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Taking out the Trash

July 04, 2011, at 12:07 PM

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I've found the concept of "As outside, so inside (and vice versa)" to be very important in my personal recovery. Some of the mysteries of why things are the way they are in my head were answered by this simple hypothesis, and it certainly helps affect why we need to behave the way we need to internally in order to get along in life externally.

When your relationships inside are a mess, you can't help but either to be attracted to messy relationships outside or to create them. It's like we want our inside and outside to mirror each other, whether we consciously realize it or not. When we're fighting and jockeying for power inside, we're going to do it on the outside. When we're insecure and needy and whiny inside, we're going to do that outside too.

Thus to have a healthier life you would resolve or clear out bad influences in your life and make way for good interactions, both inside and out, to whatever extent possible. If your internal relationships are safe and secure you're going to try to create the same types of relationships outside.

One thing I have never had luck with, however, is forcing people out of the system. As a matter of fact, we can't even seem to leave the system voluntarily. Those who have attempted to leave in any way come back eventually. We can go into deep hibernation, such that we can't detect someone, but they can also come back. What that means to me is that attempting to evict someone inside for bad behavior is in many ways a cop-out. At least this is true for me, your system may be quite different. What this forces me to do is actually deal with and resolve relationships that are going poorly, rehabilitate those inside who are angry or hurt and thus tempted to hurt others.

The tools we use for internal behavior modification are usually to make it so attractive to behave in alignment with our rules that people eventually cave in and agree to do so. We dangle the rewards and the acceptance and love, and we forgive until we're blue in the face, we keep resetting the playing field, we attempt to use as little coercion as possible until we wear them out. It's almost a game of who is more stubborn versus who has the better deal. It can be time-consuming, and you have to have a number of people who are very compliant with the rules and still doing just fine. However, it's the only way to effect lasting change. Coercion is faster, but it does not last.

External relationships are another story. I just said coercion is faster but it doesn't last -- guess what, the same thing happens out-of-your-body. It's much harder to control or affect the behavior of people outside your body. So when you have the same naughty-behavior or worse yet dangerous-situation with external people it's very difficult to do anything about what they're doing. All the "play nice and tell them the rules" in the world isn't going to help. The problem is, we set the rules inside our body -- but society, culture, law, and other factors set the rules outside our body.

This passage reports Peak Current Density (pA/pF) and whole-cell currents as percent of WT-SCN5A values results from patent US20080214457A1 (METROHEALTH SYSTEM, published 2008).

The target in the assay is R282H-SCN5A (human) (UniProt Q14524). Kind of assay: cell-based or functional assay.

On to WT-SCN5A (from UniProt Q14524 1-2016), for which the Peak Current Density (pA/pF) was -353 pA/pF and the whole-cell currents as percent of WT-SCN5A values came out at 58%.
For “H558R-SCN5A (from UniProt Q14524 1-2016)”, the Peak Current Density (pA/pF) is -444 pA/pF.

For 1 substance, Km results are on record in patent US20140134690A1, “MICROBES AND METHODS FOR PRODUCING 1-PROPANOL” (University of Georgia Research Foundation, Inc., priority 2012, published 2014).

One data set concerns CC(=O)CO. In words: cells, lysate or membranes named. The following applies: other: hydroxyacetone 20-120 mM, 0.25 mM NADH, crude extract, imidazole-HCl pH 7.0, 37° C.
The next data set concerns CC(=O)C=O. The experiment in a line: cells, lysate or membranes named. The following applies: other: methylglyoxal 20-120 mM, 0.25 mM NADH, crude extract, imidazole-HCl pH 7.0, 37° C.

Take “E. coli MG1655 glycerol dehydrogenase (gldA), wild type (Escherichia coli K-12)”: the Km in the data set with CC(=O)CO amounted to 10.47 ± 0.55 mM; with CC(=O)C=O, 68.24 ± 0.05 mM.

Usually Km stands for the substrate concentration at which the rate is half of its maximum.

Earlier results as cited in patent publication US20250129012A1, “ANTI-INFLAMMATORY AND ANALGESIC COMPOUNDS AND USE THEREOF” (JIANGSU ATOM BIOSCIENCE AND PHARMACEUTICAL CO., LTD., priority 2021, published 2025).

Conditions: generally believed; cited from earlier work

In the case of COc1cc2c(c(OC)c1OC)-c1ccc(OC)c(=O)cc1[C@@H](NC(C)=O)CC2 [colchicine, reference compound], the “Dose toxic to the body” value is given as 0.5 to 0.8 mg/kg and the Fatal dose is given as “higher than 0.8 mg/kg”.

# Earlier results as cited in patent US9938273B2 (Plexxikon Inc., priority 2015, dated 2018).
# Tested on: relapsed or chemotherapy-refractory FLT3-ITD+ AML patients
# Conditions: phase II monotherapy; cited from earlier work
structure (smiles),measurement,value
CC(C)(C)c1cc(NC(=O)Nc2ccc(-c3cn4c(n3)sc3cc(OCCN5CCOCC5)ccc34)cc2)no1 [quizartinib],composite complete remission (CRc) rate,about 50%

So where do we govern behaviors with those outside our body? Boundaries. Developing boundaries is serious business and deserves a post in and of itself -- but for now I want to remind you that you almost always can change whether you interact someone or not. Most of the time, the law grants you the right to distance yourself from others -- you have to take a stand to exercise that right. You can fire your therapist, take your guardians to court, leave or divorce an abusive spouse, move away, etc. There's almost always a non-reactive way to distance yourself from someone who is hurting you, whether or not they mean to do so. If you are in need of assistance to distance yourself from people who are causing you problems, you may call a local help line, your local disabilities services agencies, a battered women's shelter, youth services coordinator, suicide hotline, the local police department (but only 911 in a life-or-death emergency), some areas have information lines like 211, 311, 411, etc. Almost any non-profit agency will at least attempt to point you in the right direction. You might get a little dizzy from the runaround, but it's better than being stuck in a very bad situation.

I know there are situations where the people in authority are part of the problem. If you know they are, reach out to someone else. If the church is the problem, try getting help from the police. If the police and church are a problem, try a local disability services agency, a church of another denomination, a state-wide law enforcement agency, or department of social services. There's no end of people who might be able to help you, even if you have to seek out assistance in the nearest city when you're in a tight-knit suburb.

We all have to "battle our inner demons" but keep in mind that either you invited them, you made them what they are, or they are a part of you. No matter how you paint it, they're here for a reason. Make it a civilized battle of what attitude is the one that wins rather than trying to hurt each other. A bad attitude is junk -- and deserves to be thrown out with the trash. But people are not junk.

And because the things you do inside affect what you do outside and vice versa -- punishing your internal or external perpetrators means punishing yourself. Distance yourself from external perpetrators, and realize your internal ones are probably going to be your best allies in forming healthy boundaries, and enlist their services.

Other Posts in July 2011


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